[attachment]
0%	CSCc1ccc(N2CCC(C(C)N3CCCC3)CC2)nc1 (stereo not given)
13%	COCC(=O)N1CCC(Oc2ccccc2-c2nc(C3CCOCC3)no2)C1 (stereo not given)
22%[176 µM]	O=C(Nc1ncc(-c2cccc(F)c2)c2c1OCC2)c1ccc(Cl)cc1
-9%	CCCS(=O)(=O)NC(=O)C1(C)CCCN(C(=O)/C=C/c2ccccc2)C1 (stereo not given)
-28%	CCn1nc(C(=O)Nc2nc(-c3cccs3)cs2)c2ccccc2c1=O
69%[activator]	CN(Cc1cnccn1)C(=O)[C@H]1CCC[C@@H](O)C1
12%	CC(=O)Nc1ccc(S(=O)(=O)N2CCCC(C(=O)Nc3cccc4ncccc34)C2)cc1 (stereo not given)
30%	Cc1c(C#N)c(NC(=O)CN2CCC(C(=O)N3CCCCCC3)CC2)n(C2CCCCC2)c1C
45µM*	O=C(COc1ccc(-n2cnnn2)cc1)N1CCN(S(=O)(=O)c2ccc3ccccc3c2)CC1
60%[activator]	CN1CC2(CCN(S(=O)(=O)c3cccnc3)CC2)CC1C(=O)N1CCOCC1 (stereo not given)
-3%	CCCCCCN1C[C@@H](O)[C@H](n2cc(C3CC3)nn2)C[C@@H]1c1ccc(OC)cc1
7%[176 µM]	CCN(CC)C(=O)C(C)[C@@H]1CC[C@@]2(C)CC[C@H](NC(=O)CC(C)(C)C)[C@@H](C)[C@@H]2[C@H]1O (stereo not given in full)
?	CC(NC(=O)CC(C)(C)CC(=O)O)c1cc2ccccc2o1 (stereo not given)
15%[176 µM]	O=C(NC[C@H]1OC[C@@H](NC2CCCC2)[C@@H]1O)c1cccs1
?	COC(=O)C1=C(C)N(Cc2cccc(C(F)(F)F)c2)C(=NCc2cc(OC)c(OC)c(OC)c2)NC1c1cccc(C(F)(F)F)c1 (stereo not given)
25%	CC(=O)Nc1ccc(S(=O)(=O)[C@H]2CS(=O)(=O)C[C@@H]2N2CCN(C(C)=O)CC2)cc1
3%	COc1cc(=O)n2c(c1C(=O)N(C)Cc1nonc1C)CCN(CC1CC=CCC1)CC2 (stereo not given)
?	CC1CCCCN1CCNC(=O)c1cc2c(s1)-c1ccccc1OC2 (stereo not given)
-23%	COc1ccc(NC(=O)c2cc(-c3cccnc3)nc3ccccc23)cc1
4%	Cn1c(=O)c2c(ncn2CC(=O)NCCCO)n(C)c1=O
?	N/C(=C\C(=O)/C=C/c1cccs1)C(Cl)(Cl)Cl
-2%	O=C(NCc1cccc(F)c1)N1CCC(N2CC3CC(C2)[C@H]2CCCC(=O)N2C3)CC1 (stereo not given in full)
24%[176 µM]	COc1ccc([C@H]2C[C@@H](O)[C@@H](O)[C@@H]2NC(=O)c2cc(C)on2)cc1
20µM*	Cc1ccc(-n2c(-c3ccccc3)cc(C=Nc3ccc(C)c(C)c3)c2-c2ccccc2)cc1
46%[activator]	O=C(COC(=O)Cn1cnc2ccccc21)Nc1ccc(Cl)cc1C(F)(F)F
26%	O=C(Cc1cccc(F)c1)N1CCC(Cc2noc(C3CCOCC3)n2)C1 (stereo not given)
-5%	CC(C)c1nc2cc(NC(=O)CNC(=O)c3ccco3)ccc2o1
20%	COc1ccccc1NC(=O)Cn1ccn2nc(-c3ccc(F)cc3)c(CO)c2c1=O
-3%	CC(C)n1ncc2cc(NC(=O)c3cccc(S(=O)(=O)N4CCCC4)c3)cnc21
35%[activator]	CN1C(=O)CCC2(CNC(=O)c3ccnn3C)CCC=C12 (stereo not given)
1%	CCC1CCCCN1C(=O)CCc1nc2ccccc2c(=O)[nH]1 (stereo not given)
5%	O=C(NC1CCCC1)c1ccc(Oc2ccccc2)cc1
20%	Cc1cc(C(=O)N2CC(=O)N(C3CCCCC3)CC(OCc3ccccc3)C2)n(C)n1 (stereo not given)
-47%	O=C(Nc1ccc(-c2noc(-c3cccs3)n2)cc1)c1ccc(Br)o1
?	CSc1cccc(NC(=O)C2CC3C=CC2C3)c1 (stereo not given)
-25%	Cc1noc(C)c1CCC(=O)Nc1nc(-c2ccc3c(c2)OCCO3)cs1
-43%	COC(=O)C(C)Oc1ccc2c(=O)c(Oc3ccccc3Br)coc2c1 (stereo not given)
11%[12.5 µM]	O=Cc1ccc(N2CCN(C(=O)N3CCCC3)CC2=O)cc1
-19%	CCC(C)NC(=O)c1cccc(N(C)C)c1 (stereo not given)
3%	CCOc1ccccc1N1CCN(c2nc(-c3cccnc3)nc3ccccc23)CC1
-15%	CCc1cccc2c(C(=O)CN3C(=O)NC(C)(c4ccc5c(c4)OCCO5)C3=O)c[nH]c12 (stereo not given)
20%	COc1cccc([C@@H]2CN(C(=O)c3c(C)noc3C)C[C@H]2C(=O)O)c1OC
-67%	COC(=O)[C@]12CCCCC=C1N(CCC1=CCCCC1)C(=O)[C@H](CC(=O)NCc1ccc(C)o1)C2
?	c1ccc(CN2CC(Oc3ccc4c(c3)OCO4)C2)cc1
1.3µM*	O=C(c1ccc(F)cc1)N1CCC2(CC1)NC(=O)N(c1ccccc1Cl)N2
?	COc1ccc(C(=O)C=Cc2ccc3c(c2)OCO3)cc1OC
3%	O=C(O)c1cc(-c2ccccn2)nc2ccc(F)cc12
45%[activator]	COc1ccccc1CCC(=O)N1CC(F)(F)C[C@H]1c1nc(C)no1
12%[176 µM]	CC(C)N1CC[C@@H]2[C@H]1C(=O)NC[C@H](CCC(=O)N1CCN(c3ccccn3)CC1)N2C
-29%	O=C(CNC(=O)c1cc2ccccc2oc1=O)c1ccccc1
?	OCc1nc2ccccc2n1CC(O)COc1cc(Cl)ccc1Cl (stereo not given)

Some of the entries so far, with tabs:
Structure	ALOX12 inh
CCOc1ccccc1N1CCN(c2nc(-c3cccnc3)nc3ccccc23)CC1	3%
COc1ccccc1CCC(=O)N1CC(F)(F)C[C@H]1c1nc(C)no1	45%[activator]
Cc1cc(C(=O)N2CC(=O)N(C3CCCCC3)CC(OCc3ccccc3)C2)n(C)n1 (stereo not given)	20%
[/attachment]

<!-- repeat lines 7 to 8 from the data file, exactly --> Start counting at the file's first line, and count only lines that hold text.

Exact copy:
12%	CC(=O)Nc1ccc(S(=O)(=O)N2CCCC(C(=O)Nc3cccc4ncccc34)C2)cc1 (stereo not given)
30%	Cc1c(C#N)c(NC(=O)CN2CCC(C(=O)N3CCCCCC3)CC2)n(C2CCCCC2)c1C